British Columbia’s Solicitor-General has suspended the entire Surrey police board and replaced it with a temporary administrator, as the province is intent on speeding up the city’s transition from the RCMP to the municipal force.
Mike Farnworth said Thursday that he appointed retired Abbotsford police chief Mike Serr for 12 to 18 months to oversee the change and to ensure it moves forward with efficiency rather than because of any particular issue with the board.
“This appointment was made under Section 8 of the Police Amendment Act, 2023, after careful consideration of the work by the Surrey Police Board, which has been limited due to the lack of progress from the City of Surrey in advancing the police model transition” to the Surrey Police Service (SPS), Mr. Farnworth said in a statement.
The move is a dramatic escalation in the conflict between the provincial government, which views sustaining the RCMP in Surrey as destabilizing for B.C., and Mayor Brenda Locke, who campaigned on keeping the RCMP in her city.
The SPS, the municipal force, has never been able to assume a role as the legal “police of jurisdiction” because slowdowns with the RCMP and the city prevented them from getting to the required number of officers.
There are at least two other recent cases of entire police boards being replaced in Canada – Thunder Bay and Durham in Ontario – but those came about after a loss of confidence in the boards over issues of racism, harassment or leadership.
Mr. Farnworth’s move is unprecedented and will have lasting impact on policing in B.C., said Curt Griffiths, Simon Fraser University’s director of the police studies centre.
“This is uncharted waters,” said Prof. Griffiths, who did some early research on the feasibility of the transition and who has been critical of the RCMP in Surrey for dragging out the transition. “There are probably other things coming that will reshape the landscape of policing in B.C. … It’s got the province micromanaging now.”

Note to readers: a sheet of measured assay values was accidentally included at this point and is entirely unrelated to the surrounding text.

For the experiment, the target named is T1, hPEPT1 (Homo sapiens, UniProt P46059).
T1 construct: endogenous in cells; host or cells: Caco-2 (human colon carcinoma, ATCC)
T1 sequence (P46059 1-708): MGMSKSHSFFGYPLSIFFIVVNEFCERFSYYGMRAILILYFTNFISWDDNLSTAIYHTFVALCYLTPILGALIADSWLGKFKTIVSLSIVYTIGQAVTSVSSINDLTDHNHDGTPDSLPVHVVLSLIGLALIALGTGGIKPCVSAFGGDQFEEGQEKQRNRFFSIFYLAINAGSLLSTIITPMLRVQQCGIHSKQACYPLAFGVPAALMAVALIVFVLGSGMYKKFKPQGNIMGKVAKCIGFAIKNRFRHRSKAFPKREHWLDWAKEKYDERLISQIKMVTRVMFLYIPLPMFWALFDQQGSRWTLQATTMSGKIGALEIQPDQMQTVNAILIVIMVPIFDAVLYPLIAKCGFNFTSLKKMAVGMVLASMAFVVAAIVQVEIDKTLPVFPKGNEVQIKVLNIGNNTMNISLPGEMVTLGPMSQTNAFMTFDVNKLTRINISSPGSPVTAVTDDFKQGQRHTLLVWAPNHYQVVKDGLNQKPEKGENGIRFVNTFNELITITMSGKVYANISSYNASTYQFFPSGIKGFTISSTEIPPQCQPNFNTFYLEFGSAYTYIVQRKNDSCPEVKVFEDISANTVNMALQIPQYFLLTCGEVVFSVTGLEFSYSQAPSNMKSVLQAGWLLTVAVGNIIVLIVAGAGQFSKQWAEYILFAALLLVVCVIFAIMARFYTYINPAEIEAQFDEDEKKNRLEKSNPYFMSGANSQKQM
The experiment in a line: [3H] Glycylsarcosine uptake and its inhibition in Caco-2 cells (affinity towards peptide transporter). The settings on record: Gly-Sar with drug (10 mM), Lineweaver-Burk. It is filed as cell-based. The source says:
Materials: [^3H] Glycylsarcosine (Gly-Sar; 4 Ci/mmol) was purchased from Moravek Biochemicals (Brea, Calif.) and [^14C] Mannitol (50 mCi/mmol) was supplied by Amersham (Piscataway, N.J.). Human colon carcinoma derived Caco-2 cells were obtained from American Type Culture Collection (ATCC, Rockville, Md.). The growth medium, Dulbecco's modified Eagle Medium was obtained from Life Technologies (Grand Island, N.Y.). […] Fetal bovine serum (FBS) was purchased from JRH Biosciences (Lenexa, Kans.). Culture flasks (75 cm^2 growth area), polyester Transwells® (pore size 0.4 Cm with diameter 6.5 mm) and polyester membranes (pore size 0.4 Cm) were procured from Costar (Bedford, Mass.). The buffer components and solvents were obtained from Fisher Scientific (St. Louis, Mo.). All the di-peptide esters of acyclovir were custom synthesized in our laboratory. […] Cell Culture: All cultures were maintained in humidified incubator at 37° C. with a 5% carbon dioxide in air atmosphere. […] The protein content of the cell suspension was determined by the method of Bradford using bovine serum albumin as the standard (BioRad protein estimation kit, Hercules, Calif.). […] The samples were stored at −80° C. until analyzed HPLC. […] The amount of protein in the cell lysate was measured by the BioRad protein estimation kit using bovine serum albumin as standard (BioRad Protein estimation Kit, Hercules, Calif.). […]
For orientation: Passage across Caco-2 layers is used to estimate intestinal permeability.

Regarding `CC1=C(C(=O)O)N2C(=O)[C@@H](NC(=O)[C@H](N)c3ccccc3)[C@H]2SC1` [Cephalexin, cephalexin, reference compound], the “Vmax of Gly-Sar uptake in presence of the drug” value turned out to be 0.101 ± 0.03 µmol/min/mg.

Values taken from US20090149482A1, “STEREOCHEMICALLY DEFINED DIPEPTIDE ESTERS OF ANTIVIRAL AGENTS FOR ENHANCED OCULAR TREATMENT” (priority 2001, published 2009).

Ms. Locke, who has said a municipal police force will give taxpayers extraordinarily higher costs for no benefit, said the move indicated a “provincial police takeover” in Surrey.
The decision to remove the board “completely removes civilian oversight and governance of policing and was done without any consultation with the City. In effect, the minister has removed checks and balances,” she said in a statement.
The battle over what kind of police force to have in Surrey has been active since 2018, when the previous mayor and council were elected with a mandate to start a new municipal force.
Then-mayor Doug McCallum forged ahead with the plan without much further public consultation, angering some residents who, with generous financial support from the national RCMP union, mounted a vocal campaign against the transition. In 2022, Surrey residents elected Ms. Locke and her new party on a promise to stop the transition.
Mr. Farnworth acknowledged that the mayor “has her views” on the issue, but he said he thinks that people in Surrey are supportive of the decision to put an administrator in place temporarily.
Prof. Griffiths said the minister’s move intervenes in what is usually strictly a municipal issue. Under the Police Act, Ms. Locke was chair of the Surrey Police Services board, despite her opposition to the force.
“Provincial governments don’t really like to get involved in these kinds of issues,” Prof. Griffiths said.
The Surrey Police Union issued a statement almost immediately, welcoming the move.
“The time has come for this policing transition to be expedited with a more streamlined process that will allow all parties to work toward the completion of the project,” said Ryan Buhrig, the union spokesperson.
“We are confident that Administrator Serr will help to facilitate an expeditious completion of the policing transition, ensuring costs are minimized for residents and enabling all officers to progress in their careers.”